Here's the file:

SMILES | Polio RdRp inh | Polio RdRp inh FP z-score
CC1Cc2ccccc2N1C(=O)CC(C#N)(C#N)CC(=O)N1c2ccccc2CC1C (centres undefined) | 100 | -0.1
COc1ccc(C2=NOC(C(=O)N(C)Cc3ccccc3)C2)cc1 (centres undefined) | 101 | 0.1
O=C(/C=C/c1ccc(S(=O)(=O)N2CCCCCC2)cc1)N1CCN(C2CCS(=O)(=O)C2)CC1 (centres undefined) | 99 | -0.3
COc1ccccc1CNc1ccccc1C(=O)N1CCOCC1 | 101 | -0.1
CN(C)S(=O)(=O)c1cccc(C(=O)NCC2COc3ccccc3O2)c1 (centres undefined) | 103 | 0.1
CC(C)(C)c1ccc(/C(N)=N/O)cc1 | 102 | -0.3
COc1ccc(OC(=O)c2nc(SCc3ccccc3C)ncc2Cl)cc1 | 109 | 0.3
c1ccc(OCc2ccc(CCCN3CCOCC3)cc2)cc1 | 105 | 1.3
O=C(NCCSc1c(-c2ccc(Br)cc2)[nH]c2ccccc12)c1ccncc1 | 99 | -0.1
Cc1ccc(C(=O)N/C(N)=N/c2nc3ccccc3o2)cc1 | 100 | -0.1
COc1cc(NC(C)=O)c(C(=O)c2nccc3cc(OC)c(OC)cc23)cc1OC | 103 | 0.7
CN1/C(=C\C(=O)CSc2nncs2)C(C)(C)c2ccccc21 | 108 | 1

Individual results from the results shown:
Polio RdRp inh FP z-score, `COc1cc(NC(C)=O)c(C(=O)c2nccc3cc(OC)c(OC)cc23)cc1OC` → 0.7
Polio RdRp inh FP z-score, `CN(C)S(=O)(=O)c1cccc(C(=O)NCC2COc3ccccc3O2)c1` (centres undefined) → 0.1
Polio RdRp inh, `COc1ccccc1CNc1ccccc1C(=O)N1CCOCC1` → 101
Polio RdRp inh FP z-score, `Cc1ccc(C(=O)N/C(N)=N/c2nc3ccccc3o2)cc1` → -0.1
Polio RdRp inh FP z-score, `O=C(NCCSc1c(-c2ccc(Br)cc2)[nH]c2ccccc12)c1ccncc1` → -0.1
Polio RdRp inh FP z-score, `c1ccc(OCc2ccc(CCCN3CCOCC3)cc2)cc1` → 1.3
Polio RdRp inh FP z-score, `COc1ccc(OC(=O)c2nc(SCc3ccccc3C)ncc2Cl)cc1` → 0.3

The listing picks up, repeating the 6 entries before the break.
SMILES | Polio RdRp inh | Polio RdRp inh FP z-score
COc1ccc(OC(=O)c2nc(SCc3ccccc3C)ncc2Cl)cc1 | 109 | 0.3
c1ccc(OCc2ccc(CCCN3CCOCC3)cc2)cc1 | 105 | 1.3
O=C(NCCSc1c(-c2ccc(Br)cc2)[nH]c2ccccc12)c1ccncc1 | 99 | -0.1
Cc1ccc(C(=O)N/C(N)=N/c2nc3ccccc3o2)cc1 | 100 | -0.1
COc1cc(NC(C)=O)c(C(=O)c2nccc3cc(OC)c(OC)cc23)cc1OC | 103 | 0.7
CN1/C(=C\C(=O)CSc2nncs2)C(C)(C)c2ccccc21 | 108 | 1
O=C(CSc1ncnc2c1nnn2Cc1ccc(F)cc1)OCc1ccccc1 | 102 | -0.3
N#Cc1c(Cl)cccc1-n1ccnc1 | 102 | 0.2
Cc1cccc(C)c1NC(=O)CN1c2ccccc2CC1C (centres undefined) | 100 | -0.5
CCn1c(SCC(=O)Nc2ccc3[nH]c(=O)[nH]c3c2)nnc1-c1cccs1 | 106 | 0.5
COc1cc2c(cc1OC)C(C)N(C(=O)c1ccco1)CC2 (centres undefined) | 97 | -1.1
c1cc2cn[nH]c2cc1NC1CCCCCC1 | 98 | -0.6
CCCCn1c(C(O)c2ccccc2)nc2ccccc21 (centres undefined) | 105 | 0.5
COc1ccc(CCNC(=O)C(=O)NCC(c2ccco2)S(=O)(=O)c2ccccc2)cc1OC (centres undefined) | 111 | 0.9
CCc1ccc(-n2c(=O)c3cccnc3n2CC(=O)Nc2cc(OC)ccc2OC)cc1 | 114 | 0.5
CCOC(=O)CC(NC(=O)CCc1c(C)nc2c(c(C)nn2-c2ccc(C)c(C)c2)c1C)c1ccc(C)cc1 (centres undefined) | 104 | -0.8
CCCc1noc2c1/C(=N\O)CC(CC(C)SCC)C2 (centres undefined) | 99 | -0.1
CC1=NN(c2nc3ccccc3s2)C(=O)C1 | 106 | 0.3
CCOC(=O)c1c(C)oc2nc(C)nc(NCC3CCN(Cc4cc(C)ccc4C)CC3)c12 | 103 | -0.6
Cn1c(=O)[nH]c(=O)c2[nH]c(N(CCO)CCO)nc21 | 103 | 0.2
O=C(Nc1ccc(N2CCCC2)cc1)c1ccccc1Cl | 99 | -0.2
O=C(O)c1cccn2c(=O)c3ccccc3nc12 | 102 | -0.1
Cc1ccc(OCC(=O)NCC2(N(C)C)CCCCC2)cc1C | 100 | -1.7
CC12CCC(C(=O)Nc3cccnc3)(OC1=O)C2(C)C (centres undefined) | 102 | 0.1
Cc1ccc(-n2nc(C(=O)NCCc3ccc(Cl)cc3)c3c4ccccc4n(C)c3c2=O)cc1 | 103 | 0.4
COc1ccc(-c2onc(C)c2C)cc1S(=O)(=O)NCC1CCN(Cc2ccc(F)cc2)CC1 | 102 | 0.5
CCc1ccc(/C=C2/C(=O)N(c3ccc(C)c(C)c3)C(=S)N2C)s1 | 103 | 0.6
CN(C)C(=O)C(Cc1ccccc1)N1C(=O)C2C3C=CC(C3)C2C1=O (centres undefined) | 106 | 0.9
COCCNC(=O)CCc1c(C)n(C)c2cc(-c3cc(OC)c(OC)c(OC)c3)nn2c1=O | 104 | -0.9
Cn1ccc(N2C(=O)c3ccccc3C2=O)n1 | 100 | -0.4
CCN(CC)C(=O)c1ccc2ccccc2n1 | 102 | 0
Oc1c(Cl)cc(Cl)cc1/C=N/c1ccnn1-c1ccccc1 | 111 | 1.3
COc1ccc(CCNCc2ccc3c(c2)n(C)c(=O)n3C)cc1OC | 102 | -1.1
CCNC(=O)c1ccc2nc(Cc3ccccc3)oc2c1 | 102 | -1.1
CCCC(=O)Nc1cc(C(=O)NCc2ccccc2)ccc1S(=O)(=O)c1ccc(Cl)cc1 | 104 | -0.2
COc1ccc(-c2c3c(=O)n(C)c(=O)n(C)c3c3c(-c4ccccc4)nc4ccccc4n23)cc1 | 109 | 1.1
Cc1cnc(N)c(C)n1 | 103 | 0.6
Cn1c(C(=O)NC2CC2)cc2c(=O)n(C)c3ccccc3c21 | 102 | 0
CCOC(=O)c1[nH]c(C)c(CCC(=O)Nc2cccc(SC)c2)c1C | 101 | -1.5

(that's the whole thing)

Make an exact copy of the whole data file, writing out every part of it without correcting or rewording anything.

SMILES | Polio RdRp inh | Polio RdRp inh FP z-score
CC1Cc2ccccc2N1C(=O)CC(C#N)(C#N)CC(=O)N1c2ccccc2CC1C (centres undefined) | 100 | -0.1
COc1ccc(C2=NOC(C(=O)N(C)Cc3ccccc3)C2)cc1 (centres undefined) | 101 | 0.1
O=C(/C=C/c1ccc(S(=O)(=O)N2CCCCCC2)cc1)N1CCN(C2CCS(=O)(=O)C2)CC1 (centres undefined) | 99 | -0.3
COc1ccccc1CNc1ccccc1C(=O)N1CCOCC1 | 101 | -0.1
CN(C)S(=O)(=O)c1cccc(C(=O)NCC2COc3ccccc3O2)c1 (centres undefined) | 103 | 0.1
CC(C)(C)c1ccc(/C(N)=N/O)cc1 | 102 | -0.3
COc1ccc(OC(=O)c2nc(SCc3ccccc3C)ncc2Cl)cc1 | 109 | 0.3
c1ccc(OCc2ccc(CCCN3CCOCC3)cc2)cc1 | 105 | 1.3
O=C(NCCSc1c(-c2ccc(Br)cc2)[nH]c2ccccc12)c1ccncc1 | 99 | -0.1
Cc1ccc(C(=O)N/C(N)=N/c2nc3ccccc3o2)cc1 | 100 | -0.1
COc1cc(NC(C)=O)c(C(=O)c2nccc3cc(OC)c(OC)cc23)cc1OC | 103 | 0.7
CN1/C(=C\C(=O)CSc2nncs2)C(C)(C)c2ccccc21 | 108 | 1

Individual results from the results shown:
Polio RdRp inh FP z-score, `COc1cc(NC(C)=O)c(C(=O)c2nccc3cc(OC)c(OC)cc23)cc1OC` → 0.7
Polio RdRp inh FP z-score, `CN(C)S(=O)(=O)c1cccc(C(=O)NCC2COc3ccccc3O2)c1` (centres undefined) → 0.1
Polio RdRp inh, `COc1ccccc1CNc1ccccc1C(=O)N1CCOCC1` → 101
Polio RdRp inh FP z-score, `Cc1ccc(C(=O)N/C(N)=N/c2nc3ccccc3o2)cc1` → -0.1
Polio RdRp inh FP z-score, `O=C(NCCSc1c(-c2ccc(Br)cc2)[nH]c2ccccc12)c1ccncc1` → -0.1
Polio RdRp inh FP z-score, `c1ccc(OCc2ccc(CCCN3CCOCC3)cc2)cc1` → 1.3
Polio RdRp inh FP z-score, `COc1ccc(OC(=O)c2nc(SCc3ccccc3C)ncc2Cl)cc1` → 0.3

The listing picks up, repeating the 6 entries before the break.
SMILES | Polio RdRp inh | Polio RdRp inh FP z-score
COc1ccc(OC(=O)c2nc(SCc3ccccc3C)ncc2Cl)cc1 | 109 | 0.3
c1ccc(OCc2ccc(CCCN3CCOCC3)cc2)cc1 | 105 | 1.3
O=C(NCCSc1c(-c2ccc(Br)cc2)[nH]c2ccccc12)c1ccncc1 | 99 | -0.1
Cc1ccc(C(=O)N/C(N)=N/c2nc3ccccc3o2)cc1 | 100 | -0.1
COc1cc(NC(C)=O)c(C(=O)c2nccc3cc(OC)c(OC)cc23)cc1OC | 103 | 0.7
CN1/C(=C\C(=O)CSc2nncs2)C(C)(C)c2ccccc21 | 108 | 1
O=C(CSc1ncnc2c1nnn2Cc1ccc(F)cc1)OCc1ccccc1 | 102 | -0.3
N#Cc1c(Cl)cccc1-n1ccnc1 | 102 | 0.2
Cc1cccc(C)c1NC(=O)CN1c2ccccc2CC1C (centres undefined) | 100 | -0.5
CCn1c(SCC(=O)Nc2ccc3[nH]c(=O)[nH]c3c2)nnc1-c1cccs1 | 106 | 0.5
COc1cc2c(cc1OC)C(C)N(C(=O)c1ccco1)CC2 (centres undefined) | 97 | -1.1
c1cc2cn[nH]c2cc1NC1CCCCCC1 | 98 | -0.6
CCCCn1c(C(O)c2ccccc2)nc2ccccc21 (centres undefined) | 105 | 0.5
COc1ccc(CCNC(=O)C(=O)NCC(c2ccco2)S(=O)(=O)c2ccccc2)cc1OC (centres undefined) | 111 | 0.9
CCc1ccc(-n2c(=O)c3cccnc3n2CC(=O)Nc2cc(OC)ccc2OC)cc1 | 114 | 0.5
CCOC(=O)CC(NC(=O)CCc1c(C)nc2c(c(C)nn2-c2ccc(C)c(C)c2)c1C)c1ccc(C)cc1 (centres undefined) | 104 | -0.8
CCCc1noc2c1/C(=N\O)CC(CC(C)SCC)C2 (centres undefined) | 99 | -0.1
CC1=NN(c2nc3ccccc3s2)C(=O)C1 | 106 | 0.3
CCOC(=O)c1c(C)oc2nc(C)nc(NCC3CCN(Cc4cc(C)ccc4C)CC3)c12 | 103 | -0.6
Cn1c(=O)[nH]c(=O)c2[nH]c(N(CCO)CCO)nc21 | 103 | 0.2
O=C(Nc1ccc(N2CCCC2)cc1)c1ccccc1Cl | 99 | -0.2
O=C(O)c1cccn2c(=O)c3ccccc3nc12 | 102 | -0.1
Cc1ccc(OCC(=O)NCC2(N(C)C)CCCCC2)cc1C | 100 | -1.7
CC12CCC(C(=O)Nc3cccnc3)(OC1=O)C2(C)C (centres undefined) | 102 | 0.1
Cc1ccc(-n2nc(C(=O)NCCc3ccc(Cl)cc3)c3c4ccccc4n(C)c3c2=O)cc1 | 103 | 0.4
COc1ccc(-c2onc(C)c2C)cc1S(=O)(=O)NCC1CCN(Cc2ccc(F)cc2)CC1 | 102 | 0.5
CCc1ccc(/C=C2/C(=O)N(c3ccc(C)c(C)c3)C(=S)N2C)s1 | 103 | 0.6
CN(C)C(=O)C(Cc1ccccc1)N1C(=O)C2C3C=CC(C3)C2C1=O (centres undefined) | 106 | 0.9
COCCNC(=O)CCc1c(C)n(C)c2cc(-c3cc(OC)c(OC)c(OC)c3)nn2c1=O | 104 | -0.9
Cn1ccc(N2C(=O)c3ccccc3C2=O)n1 | 100 | -0.4
CCN(CC)C(=O)c1ccc2ccccc2n1 | 102 | 0
Oc1c(Cl)cc(Cl)cc1/C=N/c1ccnn1-c1ccccc1 | 111 | 1.3
COc1ccc(CCNCc2ccc3c(c2)n(C)c(=O)n3C)cc1OC | 102 | -1.1
CCNC(=O)c1ccc2nc(Cc3ccccc3)oc2c1 | 102 | -1.1
CCCC(=O)Nc1cc(C(=O)NCc2ccccc2)ccc1S(=O)(=O)c1ccc(Cl)cc1 | 104 | -0.2
COc1ccc(-c2c3c(=O)n(C)c(=O)n(C)c3c3c(-c4ccccc4)nc4ccccc4n23)cc1 | 109 | 1.1
Cc1cnc(N)c(C)n1 | 103 | 0.6
Cn1c(C(=O)NC2CC2)cc2c(=O)n(C)c3ccccc3c21 | 102 | 0
CCOC(=O)c1[nH]c(C)c(CCC(=O)Nc2cccc(SC)c2)c1C | 101 | -1.5